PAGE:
I have heard librarians in Germany say that librarians ought not do research and should merely serve the needs of other researchers. At the APE conference in January 2008 in Berlin, Peter Murray-Rust from Cambridge asked whether the work that librarians did in providing journal subscriptions was any different than the work a purchasing once did in ordering chemicals. No librarian could offer an answer that he found convincing. Librarians that only buy and deliver publications are in his terms clerks, not professionals. One area where librarians ought to engage in serious research is long term digital archiving. Librarians have long had responsibility for ensuring that information persists.
Much of the current discussion on long term digital
archiving has focused on technology problems such as how to ensure
the integrity of the bitstream and how to make reasonable provision
for the usability of a digital object in 200 years. These are important,
but the issues are not merely technological. For example archiving
systems today tend to define the integrity of a digital object by
calculating its check-sum. The check-sum is a reasonable integrity
check at one level, since any change in the digital document whatsoever
will (under ordinary circumstances and with a very high degree of
likelihood) change the check-sum. But this is a purely mechanical
integrity measure. Few people would say that the integrity of a
work were lost because someone highlighted a word on a page, even
though the act of highlighting changes the check-sum. A useful research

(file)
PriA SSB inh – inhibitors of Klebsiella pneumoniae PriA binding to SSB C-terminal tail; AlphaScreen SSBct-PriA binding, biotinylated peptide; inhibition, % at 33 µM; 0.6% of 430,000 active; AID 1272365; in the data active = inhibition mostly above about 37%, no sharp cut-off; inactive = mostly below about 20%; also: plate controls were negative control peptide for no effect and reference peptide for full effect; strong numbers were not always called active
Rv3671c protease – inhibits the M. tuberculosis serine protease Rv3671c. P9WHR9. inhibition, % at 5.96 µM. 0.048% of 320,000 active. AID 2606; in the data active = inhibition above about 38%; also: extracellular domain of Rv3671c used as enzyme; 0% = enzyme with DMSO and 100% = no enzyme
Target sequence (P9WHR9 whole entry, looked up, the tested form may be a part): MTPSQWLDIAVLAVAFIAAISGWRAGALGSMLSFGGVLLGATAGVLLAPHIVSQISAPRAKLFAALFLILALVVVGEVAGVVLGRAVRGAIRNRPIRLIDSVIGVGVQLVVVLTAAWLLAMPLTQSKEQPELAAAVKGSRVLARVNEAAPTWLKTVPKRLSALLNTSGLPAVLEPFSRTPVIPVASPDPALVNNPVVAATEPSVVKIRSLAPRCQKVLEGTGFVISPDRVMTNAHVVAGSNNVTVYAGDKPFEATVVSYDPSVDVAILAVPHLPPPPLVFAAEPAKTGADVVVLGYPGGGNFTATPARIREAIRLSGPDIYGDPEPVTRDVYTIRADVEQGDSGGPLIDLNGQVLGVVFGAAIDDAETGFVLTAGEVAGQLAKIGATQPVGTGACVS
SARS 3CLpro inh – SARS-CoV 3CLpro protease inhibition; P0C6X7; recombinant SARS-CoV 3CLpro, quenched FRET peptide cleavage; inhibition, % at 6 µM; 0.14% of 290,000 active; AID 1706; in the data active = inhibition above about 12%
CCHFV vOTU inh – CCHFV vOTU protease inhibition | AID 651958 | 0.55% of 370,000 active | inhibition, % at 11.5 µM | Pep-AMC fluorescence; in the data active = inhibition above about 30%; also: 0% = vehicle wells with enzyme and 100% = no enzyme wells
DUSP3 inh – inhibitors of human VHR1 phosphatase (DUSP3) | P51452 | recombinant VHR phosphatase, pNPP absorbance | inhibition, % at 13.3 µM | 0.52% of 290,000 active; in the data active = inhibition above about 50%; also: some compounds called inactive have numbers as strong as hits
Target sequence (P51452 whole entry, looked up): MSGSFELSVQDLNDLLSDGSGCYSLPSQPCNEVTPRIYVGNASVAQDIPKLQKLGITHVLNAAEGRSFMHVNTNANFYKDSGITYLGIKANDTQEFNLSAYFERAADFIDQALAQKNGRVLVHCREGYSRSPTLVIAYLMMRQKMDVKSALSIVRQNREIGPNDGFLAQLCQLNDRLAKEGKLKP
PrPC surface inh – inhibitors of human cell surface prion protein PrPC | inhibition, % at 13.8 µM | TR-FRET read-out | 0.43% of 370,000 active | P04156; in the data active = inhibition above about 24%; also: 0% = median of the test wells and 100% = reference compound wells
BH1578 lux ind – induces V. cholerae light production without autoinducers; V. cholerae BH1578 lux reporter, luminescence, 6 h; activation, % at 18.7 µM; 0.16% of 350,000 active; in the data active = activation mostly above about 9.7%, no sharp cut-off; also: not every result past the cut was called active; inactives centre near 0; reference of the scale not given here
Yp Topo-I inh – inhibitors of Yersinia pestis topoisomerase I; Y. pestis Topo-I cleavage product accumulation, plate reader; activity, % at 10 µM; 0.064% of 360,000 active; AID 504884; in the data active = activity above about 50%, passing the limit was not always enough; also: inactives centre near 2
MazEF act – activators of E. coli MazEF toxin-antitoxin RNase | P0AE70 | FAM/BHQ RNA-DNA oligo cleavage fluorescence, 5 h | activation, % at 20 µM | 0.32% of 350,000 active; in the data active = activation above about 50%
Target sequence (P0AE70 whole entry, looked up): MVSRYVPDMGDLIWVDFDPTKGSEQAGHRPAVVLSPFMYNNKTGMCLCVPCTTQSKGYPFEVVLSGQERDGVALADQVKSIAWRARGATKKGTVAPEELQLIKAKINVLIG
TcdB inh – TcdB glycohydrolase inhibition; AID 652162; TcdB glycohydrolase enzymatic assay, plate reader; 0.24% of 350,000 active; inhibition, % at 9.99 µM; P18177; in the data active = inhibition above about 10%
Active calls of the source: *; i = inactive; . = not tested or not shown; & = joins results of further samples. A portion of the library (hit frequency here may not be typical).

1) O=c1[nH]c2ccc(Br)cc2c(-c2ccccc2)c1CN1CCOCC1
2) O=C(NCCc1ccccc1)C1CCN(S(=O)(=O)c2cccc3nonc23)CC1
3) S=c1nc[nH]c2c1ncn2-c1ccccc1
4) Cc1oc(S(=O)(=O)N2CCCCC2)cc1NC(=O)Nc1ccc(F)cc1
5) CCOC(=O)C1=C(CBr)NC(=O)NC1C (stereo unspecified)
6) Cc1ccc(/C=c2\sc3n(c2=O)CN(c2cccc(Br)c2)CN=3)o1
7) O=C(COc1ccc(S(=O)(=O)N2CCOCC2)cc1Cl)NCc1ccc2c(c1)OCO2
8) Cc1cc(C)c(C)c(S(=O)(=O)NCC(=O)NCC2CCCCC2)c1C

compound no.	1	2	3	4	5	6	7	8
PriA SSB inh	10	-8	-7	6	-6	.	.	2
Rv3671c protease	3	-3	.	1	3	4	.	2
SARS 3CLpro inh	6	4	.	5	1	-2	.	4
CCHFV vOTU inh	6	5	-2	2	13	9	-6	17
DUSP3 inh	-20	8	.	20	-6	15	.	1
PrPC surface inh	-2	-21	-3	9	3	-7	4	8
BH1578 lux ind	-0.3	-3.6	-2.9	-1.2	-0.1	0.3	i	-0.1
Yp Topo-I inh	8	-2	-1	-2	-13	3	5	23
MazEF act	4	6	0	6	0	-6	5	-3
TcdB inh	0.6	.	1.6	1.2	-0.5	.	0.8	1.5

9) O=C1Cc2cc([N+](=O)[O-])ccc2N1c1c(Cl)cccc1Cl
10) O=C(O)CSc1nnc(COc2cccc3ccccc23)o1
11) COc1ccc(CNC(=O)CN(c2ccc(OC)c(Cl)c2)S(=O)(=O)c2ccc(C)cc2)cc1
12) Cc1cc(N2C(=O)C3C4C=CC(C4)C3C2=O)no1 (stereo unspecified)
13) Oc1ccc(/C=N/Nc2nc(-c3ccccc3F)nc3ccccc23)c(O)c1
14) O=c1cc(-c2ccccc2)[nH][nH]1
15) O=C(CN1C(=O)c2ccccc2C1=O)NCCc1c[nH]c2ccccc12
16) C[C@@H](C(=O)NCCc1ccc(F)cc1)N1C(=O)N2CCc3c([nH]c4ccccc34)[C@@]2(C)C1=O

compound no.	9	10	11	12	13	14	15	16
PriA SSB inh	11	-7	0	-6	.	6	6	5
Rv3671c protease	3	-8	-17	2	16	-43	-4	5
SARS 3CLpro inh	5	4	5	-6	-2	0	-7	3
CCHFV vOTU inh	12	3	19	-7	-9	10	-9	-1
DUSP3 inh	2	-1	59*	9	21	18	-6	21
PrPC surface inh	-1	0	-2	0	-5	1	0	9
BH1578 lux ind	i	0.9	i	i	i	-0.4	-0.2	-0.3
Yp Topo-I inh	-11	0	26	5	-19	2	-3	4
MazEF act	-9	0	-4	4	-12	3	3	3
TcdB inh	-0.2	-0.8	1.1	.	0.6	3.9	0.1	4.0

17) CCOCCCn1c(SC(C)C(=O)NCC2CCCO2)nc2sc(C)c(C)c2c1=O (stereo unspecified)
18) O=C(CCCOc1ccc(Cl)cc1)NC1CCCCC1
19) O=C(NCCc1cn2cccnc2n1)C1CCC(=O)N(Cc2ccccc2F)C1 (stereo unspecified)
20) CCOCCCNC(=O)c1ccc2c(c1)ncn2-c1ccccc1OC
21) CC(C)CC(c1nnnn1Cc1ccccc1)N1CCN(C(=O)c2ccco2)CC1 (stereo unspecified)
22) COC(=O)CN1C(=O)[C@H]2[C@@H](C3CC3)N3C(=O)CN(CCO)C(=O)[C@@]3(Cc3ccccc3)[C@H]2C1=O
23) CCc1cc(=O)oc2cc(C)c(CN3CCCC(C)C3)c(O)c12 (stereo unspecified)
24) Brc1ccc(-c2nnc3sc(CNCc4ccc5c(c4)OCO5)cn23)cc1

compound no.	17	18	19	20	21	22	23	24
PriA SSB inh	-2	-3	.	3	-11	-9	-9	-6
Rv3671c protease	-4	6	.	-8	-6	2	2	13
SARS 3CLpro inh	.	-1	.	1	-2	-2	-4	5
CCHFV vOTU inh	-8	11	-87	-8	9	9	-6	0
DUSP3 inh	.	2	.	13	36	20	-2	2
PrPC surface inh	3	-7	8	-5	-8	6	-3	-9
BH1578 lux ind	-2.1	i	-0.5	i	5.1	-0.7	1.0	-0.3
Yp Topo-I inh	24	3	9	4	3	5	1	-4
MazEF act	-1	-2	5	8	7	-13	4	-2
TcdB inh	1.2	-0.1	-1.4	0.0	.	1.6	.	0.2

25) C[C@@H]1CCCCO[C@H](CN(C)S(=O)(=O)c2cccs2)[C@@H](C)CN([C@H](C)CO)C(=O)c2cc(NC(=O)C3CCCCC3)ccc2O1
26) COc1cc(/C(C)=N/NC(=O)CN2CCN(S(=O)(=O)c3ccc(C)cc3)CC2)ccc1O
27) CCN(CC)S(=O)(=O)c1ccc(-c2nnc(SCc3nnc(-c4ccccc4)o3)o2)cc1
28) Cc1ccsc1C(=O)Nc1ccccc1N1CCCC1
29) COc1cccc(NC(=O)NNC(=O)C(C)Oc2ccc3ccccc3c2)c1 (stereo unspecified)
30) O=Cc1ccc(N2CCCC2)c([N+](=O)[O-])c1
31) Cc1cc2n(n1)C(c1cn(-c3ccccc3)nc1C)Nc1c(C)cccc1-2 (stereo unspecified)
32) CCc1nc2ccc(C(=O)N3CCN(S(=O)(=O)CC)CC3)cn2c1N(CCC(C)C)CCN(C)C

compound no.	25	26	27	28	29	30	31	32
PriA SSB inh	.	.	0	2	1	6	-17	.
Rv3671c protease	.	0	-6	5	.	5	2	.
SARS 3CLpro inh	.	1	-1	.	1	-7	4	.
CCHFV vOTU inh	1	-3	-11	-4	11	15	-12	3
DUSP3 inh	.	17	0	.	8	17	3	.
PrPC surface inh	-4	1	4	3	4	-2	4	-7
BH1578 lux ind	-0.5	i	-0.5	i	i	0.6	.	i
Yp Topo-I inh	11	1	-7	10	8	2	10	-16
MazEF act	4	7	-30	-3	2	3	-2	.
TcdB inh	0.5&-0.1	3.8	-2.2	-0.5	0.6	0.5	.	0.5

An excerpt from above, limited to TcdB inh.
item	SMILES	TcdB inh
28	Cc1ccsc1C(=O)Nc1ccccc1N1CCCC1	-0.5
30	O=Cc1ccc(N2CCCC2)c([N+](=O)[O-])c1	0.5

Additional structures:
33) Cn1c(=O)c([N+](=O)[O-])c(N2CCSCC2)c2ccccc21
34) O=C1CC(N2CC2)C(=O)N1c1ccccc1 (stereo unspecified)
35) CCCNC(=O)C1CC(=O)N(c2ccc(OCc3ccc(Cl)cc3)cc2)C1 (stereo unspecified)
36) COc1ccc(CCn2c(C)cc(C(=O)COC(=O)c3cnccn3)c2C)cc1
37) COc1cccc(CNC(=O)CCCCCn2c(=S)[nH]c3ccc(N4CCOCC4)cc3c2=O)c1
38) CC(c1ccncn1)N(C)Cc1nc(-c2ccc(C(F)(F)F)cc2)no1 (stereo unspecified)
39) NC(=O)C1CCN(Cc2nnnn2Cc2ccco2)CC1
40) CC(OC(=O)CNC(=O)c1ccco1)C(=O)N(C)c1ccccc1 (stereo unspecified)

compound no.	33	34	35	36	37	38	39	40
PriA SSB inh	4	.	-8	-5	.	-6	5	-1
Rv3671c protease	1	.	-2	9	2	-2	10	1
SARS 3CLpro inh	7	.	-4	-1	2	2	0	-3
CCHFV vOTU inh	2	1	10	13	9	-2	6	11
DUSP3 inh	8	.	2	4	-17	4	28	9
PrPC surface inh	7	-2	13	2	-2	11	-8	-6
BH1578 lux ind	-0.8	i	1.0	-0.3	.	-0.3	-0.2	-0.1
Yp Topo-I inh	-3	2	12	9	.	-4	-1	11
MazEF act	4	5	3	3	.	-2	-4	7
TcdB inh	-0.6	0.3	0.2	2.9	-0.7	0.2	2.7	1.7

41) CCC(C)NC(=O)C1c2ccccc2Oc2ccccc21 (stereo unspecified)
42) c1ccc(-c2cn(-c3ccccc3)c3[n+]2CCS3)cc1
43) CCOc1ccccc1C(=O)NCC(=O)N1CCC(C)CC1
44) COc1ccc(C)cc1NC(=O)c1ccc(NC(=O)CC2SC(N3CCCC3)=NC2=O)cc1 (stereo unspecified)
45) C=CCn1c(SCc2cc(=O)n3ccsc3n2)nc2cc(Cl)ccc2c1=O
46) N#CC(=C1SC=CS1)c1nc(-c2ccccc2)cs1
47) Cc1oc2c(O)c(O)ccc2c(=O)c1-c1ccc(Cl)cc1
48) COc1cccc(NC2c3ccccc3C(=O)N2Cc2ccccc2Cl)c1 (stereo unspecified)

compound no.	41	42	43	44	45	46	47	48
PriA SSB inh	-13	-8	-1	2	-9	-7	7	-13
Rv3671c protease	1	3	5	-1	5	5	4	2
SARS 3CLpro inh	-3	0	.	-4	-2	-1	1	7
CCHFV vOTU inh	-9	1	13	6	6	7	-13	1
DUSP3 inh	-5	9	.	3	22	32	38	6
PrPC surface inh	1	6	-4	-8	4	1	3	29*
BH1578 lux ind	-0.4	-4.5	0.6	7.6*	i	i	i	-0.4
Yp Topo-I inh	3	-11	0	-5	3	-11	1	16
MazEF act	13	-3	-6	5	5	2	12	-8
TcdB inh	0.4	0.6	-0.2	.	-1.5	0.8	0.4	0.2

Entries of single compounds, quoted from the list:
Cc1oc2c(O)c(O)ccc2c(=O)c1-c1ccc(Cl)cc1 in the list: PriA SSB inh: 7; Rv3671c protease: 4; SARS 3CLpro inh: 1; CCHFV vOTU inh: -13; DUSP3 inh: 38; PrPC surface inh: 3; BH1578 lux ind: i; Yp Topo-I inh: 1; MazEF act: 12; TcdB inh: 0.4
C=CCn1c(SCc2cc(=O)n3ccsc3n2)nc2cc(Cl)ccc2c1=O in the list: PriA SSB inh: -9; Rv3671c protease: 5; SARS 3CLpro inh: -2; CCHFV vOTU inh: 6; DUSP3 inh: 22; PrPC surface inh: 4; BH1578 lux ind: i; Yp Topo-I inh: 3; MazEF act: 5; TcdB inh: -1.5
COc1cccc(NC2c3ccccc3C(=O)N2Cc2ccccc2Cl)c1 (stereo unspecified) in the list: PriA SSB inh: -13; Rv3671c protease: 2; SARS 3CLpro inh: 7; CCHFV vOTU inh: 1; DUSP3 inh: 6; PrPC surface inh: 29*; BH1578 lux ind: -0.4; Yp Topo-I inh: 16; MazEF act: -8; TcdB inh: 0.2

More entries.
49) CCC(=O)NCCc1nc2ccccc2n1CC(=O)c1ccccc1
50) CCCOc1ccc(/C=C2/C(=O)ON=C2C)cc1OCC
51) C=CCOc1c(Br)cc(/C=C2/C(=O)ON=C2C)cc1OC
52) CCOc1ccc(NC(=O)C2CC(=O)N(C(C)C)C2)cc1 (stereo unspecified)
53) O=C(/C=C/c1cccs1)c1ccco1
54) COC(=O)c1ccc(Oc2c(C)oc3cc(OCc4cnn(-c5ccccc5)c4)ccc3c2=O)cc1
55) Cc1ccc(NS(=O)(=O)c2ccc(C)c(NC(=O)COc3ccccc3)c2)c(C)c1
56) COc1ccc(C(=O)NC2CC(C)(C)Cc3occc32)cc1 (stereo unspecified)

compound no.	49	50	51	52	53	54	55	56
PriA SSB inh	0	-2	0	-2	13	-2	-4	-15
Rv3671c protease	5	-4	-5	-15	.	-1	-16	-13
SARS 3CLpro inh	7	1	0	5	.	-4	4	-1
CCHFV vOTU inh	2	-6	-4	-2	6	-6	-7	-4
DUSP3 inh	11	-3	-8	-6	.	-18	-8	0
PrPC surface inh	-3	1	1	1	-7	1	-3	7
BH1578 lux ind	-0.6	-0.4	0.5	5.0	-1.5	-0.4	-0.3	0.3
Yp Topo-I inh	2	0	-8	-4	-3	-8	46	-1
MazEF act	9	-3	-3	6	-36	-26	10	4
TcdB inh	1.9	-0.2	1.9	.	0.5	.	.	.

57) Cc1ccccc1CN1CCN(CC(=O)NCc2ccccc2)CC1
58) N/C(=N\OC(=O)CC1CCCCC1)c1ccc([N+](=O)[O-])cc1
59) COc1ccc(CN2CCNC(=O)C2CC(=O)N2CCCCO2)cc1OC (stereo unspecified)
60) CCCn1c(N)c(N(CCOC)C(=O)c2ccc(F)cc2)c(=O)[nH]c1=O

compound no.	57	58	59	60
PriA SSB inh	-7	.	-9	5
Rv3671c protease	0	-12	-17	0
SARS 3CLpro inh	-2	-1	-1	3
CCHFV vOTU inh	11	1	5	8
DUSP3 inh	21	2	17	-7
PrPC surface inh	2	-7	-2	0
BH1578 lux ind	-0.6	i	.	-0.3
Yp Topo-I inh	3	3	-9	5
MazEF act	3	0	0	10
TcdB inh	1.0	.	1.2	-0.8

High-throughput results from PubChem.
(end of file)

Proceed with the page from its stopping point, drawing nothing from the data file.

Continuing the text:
question might be: how to define integrity in
computing terms so that the meaning maps well to socially accepted norms. Today people worry that digital works will vanish if their formats cannot be migrated to up-to-date versions. The library community is attempting to persuade the non-library world to adopt preservation-friendly formats. This is a logical solution, but the library community has had little success in persuading corporations to adopt its standards, except for products sold directly to libraries. We also know that most files can be reverse-engineered with sufficient time and tools. The barriers are time and cost, not capability. Research into the costs and tools could provide alternatives if preservation- friendly formats fail to become standard.
A related research project is to ask to what degree preserving the look and feel of current documents matters for the long term. In a small experiment with students last semester my assumption that the visual context would matter to them was overturned. Project Gutenberg has preserved older works in plain ASCII text. Plain ASCII also loads relatively easily into ebook readers like the iRex or Sony. Newly published editions of nineteenth century books in fact almost always reformat the text to modern fonts and layouts. It may be that our assumptions about context preservation need testing. Part of the testing needs also to consider how humans interact with works. In one of my classes I talk about the evolution of the ”book” as an information system. We know that people have interacted differently with books over time as their structure changed and as the number and variety of books grew. It seems likely that these relationships will continue to evolve and that the interactions between humans and computing systems may also become a key area of research for understanding the long-term usability of archived information.